By: Mark Anderson Sacramento Business Journal
Illinois passed a law Thursday urging the use of locking devices on painkiller prescriptions, which should be a boon to the Sacramento-based makers of a pill bottle locking cap.
Illinois House Bill 3219 was signed into law Thursday by the state’s governor. The new law, which goes into effect Jan. 1, launches a one-year pilot program with participating pharmacies across the state. The law identifies “numerical locking devices” be used for all opioid pharmaceutical prescription bottles.
The Centers for Disease Control released research at the end of last year showing deaths from opioid drug poisoning have nearly tripled from 1999 to 41,502. Opioids include prescription drugs such as morphine, oxycodone and methadone, as well has heroin.
Safer Lock fits the description of the Illinois law, said Nathan Langley, co-founder and vice president of business development with Gatekeeper. He anticipates other companies may try to create similar solutions. Other existing products include four-digit locks, but they are larger containers, and not the actual pill bottle.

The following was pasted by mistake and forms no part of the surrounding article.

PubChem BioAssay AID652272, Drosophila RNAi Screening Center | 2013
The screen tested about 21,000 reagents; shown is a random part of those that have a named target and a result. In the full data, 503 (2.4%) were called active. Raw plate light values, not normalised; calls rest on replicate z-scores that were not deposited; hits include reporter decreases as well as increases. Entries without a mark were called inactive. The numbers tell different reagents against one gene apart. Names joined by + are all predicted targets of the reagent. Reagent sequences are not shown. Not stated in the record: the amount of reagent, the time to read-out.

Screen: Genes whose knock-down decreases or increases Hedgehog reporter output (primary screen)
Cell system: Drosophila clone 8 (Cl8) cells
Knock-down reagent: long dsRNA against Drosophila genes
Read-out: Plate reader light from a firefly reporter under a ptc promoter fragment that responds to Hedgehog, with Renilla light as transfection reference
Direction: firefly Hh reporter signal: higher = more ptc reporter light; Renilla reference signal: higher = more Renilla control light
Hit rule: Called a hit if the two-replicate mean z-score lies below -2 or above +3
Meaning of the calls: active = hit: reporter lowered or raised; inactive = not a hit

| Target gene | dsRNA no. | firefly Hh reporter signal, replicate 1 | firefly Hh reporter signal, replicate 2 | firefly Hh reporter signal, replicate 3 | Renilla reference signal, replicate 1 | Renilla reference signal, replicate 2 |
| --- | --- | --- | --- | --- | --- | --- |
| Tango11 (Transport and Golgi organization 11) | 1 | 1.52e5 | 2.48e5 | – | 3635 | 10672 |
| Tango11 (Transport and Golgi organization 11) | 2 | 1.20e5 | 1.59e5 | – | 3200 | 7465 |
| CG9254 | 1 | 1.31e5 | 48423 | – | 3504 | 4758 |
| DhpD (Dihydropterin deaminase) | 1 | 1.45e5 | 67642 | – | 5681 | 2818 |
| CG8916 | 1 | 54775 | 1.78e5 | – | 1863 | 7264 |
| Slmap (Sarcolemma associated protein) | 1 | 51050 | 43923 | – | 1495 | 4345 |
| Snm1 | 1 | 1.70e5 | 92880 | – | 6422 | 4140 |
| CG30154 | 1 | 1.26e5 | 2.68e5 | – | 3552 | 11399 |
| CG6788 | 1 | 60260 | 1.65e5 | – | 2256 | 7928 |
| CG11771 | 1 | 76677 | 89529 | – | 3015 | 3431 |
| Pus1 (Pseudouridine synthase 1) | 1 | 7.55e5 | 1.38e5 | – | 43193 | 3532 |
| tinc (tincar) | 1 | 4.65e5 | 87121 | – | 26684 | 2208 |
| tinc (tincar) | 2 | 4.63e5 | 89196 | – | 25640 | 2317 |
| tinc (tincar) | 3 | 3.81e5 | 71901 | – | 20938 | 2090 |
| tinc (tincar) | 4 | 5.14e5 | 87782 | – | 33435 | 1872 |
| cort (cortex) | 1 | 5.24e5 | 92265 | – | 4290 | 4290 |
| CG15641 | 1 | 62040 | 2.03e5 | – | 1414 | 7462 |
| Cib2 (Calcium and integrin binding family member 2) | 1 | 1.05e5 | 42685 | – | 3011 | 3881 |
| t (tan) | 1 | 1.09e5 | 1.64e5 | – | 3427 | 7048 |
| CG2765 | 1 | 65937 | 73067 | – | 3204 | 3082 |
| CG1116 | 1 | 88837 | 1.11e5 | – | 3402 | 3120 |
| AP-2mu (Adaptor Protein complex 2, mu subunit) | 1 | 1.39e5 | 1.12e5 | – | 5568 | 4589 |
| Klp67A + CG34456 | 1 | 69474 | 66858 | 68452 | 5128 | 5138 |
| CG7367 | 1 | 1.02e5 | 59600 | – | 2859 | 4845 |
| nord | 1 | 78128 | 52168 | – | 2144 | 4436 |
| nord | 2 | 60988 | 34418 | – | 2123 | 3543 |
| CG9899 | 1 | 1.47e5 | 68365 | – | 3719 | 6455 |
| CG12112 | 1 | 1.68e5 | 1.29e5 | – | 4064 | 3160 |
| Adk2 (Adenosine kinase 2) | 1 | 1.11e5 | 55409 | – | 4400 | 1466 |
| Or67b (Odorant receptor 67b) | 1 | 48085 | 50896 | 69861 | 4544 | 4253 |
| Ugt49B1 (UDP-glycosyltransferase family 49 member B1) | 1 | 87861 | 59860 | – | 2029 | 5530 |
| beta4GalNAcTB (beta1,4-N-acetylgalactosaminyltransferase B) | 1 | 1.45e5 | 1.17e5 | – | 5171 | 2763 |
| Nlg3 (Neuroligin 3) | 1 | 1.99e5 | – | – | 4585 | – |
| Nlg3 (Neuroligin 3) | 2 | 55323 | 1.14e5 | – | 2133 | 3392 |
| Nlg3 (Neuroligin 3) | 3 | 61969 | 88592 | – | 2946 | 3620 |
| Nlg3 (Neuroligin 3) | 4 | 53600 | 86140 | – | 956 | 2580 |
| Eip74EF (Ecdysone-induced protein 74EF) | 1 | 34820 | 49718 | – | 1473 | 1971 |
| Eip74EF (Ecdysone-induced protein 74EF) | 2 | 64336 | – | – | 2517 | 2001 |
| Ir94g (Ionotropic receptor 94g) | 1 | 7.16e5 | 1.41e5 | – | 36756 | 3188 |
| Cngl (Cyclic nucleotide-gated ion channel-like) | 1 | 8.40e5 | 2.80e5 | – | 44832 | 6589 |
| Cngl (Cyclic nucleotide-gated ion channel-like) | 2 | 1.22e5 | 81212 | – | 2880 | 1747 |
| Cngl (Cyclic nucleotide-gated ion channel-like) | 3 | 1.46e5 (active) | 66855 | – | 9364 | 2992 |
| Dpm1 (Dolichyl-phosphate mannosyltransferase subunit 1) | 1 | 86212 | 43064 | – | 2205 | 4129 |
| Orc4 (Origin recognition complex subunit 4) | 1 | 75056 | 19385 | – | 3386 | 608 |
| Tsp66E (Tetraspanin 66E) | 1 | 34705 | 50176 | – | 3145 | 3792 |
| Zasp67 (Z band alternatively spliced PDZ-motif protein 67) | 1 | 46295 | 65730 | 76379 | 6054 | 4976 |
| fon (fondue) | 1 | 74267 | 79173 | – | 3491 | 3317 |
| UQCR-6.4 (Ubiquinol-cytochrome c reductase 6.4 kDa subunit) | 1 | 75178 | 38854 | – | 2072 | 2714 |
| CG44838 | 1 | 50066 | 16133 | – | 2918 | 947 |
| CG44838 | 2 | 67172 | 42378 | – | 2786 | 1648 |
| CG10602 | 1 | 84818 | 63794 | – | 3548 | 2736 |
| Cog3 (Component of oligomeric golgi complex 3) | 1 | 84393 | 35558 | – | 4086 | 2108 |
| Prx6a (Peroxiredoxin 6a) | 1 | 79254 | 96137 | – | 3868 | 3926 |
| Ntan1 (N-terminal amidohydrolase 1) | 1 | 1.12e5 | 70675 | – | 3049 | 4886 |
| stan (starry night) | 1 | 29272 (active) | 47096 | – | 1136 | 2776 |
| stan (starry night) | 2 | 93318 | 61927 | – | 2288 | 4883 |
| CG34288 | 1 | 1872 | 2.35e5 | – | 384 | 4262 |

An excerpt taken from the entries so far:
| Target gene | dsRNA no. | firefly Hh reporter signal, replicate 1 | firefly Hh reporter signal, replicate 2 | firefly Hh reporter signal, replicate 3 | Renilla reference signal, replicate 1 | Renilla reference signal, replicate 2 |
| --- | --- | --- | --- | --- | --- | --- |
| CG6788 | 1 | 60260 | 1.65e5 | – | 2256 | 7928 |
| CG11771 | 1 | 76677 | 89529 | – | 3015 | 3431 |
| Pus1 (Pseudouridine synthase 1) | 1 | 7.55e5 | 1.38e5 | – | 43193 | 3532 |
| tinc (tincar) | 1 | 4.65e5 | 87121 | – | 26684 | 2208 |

“Absolutely, we expect a lot more use of Safer Lock because of this,” said Langley.
The Safer Lock can’t keep people from cutting through the plastic to get to the medication, but it will signal that there is a problem with pills going missing in the house. The product is carried by many supermarkets and some pharmaceutical companies.
Gatekeeper Innovation in the spring closed a funding round from the San Joaquin Angels, adding to investments it has received from the Sacramento Angels, Sierra Angels and others. The company has raised about $1.8 million so far from investors.